It is a very male world you’re working in. I read that women make up only 29% of the workforce in Fintech, which is low considering that they are half the working population overall. How do you think we should solve that?

I think we should invite them to mixed events and mixed teams, and look to get them inspired. The best team is 50/50, the best cofounding team I had was female plus male. All the time everything needs to be both. I don’t want to separate the two because the more we are separate the worse it gets. We should just hire the best person for the job – if they happen to be women, great! It’s hardcore but true. I don’t think the startup scene has an issue with either female or male founders – it’s very diverse – but for whatever reason women don’t choose it. It’s a good question in itself as to why they don’t find it attractive. Maybe they just don’t believe in themselves enough.

We need more role models, of course. Women that refuse to masculinise themselves, yet being successful and fulfilled in a maledominated business world. Maybe a bit like Sarah Wood (the founder of Unruly).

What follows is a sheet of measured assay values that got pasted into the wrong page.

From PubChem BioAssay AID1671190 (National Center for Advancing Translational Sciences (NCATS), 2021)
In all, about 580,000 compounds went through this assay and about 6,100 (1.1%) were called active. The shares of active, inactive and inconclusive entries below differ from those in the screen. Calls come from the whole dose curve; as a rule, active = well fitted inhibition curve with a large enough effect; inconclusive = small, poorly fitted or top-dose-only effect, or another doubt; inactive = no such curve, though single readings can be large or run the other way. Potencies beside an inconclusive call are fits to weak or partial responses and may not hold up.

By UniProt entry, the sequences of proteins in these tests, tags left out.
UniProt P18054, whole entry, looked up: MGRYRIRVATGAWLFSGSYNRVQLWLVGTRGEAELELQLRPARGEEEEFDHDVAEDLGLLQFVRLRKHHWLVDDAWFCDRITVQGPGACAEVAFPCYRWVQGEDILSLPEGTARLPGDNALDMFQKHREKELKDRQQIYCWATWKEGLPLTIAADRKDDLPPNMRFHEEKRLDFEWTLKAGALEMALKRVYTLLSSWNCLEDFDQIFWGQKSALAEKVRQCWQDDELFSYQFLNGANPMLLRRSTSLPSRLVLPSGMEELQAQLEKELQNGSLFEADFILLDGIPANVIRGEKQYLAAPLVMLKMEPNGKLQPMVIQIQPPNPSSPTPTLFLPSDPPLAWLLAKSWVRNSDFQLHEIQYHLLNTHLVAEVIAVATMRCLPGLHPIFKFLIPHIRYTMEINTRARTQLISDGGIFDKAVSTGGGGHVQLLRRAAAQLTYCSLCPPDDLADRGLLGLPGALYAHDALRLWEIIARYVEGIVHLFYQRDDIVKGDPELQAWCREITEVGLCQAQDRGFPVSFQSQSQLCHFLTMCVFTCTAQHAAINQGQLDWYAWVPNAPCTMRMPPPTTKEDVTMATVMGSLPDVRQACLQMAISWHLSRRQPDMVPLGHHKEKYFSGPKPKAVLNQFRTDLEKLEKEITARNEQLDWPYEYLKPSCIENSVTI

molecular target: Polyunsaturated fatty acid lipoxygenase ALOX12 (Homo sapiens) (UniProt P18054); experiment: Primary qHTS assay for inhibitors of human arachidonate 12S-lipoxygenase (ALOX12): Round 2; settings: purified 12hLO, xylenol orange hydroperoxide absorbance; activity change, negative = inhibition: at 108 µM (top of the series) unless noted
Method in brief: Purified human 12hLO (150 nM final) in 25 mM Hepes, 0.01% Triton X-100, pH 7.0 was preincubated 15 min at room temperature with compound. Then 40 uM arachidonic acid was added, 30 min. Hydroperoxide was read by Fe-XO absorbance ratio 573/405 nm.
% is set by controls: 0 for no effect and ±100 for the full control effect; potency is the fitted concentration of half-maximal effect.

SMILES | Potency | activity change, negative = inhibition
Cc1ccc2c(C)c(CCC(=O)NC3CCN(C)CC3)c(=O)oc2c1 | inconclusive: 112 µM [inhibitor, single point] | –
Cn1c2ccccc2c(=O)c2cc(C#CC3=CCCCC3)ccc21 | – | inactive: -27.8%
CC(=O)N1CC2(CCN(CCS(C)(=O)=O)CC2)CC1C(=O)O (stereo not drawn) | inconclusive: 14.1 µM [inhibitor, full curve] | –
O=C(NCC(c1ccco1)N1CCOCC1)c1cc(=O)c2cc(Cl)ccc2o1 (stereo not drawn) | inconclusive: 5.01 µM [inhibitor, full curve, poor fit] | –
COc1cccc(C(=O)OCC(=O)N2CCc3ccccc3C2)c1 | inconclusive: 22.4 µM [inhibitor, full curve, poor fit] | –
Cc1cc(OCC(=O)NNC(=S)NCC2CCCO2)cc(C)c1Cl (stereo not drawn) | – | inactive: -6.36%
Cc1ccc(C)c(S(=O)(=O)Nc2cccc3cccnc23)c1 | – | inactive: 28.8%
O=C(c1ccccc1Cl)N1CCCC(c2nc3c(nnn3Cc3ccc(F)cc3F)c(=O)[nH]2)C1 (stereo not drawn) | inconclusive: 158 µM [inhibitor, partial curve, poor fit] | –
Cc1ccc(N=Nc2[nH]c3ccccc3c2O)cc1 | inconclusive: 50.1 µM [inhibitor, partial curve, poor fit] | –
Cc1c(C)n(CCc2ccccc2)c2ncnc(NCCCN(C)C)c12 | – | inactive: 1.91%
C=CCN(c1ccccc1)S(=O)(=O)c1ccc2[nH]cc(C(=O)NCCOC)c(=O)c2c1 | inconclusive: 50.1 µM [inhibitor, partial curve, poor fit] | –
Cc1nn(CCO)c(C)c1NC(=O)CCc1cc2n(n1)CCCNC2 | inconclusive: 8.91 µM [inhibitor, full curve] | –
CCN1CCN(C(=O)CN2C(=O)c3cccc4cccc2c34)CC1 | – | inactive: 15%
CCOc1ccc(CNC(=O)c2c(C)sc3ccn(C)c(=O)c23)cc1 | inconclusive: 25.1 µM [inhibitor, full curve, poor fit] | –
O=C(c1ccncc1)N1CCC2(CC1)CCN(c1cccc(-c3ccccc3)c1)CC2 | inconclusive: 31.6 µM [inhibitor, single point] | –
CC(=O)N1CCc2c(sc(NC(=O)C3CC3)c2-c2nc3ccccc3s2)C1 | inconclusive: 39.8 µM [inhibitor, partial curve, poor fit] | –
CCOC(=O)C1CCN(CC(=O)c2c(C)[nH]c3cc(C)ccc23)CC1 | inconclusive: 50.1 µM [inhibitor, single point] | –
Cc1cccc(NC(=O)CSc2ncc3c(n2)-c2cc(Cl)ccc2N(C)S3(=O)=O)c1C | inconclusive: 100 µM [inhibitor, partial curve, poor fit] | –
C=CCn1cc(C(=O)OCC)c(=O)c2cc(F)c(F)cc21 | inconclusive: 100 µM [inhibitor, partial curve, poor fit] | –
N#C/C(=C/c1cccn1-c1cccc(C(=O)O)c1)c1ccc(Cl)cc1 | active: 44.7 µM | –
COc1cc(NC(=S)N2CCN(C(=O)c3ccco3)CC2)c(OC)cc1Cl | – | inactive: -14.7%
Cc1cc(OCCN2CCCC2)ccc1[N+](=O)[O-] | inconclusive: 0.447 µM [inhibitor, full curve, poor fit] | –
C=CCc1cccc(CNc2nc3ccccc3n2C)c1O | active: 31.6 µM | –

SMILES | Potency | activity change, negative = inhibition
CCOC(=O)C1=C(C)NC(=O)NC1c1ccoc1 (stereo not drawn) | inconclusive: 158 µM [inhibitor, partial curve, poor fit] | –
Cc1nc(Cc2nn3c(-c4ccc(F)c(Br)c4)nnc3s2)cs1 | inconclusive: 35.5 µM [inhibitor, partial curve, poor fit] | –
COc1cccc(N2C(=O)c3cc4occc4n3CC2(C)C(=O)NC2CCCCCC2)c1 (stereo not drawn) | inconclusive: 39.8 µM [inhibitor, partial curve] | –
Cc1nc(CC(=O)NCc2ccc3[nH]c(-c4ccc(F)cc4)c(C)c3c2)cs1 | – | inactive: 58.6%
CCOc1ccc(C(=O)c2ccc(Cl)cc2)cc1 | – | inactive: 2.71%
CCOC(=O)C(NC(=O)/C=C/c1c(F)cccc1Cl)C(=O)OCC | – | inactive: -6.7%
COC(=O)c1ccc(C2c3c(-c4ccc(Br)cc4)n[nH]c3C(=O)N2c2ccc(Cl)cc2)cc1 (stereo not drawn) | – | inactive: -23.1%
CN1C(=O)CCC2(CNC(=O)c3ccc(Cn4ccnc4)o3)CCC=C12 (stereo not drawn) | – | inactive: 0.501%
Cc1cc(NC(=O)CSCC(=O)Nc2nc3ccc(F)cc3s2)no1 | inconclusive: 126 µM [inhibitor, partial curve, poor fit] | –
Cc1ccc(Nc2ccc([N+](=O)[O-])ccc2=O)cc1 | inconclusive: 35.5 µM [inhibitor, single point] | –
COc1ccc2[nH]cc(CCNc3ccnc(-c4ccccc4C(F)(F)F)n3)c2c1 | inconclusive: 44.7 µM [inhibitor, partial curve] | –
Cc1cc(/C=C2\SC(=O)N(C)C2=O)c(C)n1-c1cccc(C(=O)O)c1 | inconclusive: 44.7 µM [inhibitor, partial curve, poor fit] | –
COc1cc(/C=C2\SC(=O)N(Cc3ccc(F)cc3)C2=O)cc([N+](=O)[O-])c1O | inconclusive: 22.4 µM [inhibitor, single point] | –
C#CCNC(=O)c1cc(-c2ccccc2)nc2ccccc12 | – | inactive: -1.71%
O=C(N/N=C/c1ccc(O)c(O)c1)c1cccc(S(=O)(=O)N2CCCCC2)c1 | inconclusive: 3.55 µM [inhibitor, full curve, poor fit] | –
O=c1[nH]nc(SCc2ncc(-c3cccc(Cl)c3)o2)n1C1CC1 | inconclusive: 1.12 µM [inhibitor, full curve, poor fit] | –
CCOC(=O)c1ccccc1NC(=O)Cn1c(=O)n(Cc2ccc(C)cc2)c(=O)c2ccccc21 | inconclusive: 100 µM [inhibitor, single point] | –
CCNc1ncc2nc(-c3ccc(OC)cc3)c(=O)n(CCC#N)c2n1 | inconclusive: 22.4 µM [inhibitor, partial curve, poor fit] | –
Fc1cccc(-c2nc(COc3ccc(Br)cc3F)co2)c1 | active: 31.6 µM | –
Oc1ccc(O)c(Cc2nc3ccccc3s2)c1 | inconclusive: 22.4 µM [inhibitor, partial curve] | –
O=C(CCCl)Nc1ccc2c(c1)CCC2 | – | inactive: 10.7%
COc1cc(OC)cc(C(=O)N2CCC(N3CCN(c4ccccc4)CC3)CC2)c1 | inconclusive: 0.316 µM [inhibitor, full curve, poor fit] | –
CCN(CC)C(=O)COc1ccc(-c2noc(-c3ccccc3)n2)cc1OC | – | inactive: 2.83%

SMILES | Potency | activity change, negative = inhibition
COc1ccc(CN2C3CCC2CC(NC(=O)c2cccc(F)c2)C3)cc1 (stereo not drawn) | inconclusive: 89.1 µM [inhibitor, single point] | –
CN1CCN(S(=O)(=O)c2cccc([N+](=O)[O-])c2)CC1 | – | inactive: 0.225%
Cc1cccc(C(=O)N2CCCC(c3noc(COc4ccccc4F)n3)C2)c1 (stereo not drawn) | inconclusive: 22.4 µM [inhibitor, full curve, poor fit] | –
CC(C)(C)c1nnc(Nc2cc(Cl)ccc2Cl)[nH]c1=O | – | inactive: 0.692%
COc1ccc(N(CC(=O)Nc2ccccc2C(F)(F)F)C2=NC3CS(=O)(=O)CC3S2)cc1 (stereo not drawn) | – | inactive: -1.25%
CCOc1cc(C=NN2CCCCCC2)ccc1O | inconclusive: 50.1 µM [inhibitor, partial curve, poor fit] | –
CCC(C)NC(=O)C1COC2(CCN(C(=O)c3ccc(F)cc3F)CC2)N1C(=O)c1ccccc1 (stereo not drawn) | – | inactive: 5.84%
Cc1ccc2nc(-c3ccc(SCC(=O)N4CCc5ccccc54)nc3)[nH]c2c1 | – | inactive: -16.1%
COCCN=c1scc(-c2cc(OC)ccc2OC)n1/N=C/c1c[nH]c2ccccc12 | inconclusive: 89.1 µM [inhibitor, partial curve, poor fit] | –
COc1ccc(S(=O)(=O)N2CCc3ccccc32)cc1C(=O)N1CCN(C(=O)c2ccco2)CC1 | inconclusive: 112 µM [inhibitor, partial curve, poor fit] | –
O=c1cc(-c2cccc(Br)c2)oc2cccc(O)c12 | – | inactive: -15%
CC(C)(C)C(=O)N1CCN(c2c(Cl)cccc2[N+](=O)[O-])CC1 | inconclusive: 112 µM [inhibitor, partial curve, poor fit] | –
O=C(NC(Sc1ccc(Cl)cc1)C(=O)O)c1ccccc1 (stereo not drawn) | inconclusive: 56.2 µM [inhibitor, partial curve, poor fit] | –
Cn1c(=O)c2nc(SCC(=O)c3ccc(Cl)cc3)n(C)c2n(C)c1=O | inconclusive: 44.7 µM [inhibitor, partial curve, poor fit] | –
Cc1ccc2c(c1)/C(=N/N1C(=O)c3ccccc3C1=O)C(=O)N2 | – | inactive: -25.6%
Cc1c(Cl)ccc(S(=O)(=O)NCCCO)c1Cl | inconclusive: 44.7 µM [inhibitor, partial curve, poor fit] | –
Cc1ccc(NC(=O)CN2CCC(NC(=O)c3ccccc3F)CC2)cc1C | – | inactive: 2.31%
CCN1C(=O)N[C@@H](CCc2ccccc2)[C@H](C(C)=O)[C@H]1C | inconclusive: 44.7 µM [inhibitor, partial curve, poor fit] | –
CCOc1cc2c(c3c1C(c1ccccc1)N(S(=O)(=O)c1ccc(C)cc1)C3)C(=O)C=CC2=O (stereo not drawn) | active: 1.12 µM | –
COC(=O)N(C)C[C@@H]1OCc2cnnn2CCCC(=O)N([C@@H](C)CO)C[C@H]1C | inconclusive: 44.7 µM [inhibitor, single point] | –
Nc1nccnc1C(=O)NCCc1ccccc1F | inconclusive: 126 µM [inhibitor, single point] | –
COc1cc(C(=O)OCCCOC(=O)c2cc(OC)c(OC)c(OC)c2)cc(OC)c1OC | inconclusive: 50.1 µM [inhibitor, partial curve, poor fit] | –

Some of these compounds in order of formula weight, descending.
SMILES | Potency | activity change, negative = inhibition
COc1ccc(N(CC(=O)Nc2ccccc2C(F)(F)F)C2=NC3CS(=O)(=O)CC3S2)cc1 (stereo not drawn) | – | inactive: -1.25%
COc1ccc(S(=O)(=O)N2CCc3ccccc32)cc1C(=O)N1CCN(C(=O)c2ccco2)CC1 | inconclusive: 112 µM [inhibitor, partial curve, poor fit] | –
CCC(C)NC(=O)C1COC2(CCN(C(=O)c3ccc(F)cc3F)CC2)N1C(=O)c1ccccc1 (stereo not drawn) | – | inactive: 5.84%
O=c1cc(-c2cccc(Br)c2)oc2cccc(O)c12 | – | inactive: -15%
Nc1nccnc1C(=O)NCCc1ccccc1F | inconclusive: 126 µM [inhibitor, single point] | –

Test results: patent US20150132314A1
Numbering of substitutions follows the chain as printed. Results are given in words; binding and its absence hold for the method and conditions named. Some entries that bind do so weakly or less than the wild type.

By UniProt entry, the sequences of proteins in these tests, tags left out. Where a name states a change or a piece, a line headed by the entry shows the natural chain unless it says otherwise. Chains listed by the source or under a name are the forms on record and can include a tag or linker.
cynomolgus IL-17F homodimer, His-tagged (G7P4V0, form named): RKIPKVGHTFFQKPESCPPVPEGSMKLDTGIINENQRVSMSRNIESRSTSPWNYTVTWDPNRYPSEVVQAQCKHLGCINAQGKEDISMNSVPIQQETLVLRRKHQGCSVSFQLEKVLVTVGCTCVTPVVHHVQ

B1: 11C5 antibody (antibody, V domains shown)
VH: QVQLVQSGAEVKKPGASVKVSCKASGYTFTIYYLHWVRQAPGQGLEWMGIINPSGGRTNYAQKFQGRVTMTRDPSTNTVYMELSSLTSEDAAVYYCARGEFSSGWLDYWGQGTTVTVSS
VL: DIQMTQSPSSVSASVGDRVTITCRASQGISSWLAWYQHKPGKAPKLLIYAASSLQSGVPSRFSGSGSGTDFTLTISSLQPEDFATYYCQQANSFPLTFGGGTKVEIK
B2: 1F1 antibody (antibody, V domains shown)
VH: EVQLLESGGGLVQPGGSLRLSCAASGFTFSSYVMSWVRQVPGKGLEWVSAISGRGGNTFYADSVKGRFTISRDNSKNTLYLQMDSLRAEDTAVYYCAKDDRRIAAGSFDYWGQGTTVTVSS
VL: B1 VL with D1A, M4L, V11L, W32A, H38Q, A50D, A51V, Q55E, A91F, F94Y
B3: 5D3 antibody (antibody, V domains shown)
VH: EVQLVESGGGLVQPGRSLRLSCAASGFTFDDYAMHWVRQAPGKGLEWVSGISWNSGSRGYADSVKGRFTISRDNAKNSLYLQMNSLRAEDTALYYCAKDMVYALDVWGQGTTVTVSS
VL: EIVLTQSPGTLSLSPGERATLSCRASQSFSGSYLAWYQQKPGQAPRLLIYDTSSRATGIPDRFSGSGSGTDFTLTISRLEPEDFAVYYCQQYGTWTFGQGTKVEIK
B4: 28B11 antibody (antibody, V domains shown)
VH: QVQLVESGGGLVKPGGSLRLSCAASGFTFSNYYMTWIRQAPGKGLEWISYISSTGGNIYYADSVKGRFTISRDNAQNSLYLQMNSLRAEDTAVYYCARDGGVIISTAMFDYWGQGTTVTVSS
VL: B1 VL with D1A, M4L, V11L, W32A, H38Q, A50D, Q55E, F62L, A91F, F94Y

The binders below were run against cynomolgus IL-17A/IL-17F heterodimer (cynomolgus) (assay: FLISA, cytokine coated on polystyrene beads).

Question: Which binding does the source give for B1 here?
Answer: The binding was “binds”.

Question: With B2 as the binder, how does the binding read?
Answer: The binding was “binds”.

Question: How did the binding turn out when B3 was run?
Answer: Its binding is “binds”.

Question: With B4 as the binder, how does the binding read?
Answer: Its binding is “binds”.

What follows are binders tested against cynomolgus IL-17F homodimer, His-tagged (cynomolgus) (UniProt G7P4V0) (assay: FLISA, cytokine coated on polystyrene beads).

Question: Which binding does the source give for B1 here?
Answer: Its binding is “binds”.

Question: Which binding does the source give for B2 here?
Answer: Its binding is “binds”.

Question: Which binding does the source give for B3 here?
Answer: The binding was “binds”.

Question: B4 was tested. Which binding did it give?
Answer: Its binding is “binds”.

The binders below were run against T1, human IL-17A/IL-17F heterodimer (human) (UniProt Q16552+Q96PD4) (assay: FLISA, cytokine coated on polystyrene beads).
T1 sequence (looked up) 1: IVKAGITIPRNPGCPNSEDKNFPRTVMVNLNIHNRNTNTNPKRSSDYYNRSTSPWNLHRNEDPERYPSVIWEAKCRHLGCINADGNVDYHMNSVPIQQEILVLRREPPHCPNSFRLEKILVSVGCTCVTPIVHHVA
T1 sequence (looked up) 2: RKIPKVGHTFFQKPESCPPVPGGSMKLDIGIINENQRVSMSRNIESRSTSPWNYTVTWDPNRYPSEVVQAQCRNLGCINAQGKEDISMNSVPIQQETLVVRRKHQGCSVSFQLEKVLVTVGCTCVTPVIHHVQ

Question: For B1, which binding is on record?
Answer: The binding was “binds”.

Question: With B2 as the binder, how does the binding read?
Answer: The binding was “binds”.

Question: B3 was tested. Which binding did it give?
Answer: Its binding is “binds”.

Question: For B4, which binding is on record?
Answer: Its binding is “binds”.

Well as a woman in the industry you are flourishing. You were recently named one of the Top 100 Women in Fintech, how did that make you feel?

I’m grateful because I never thought about promoting myself specifically as a ‘fintech person’. I felt that because we are not a fintech company that’s why, in the past, I’ve never made it onto one of these lists. But, we have created a fintech ecosystem and have supported just over 500 companies through our media, and that deserves to be mentioned. It’s important for Fintech as a sector to have it’s own media.

And now it feels good to have a voice of my own because I’ve been focused on giving voices to other people for so long!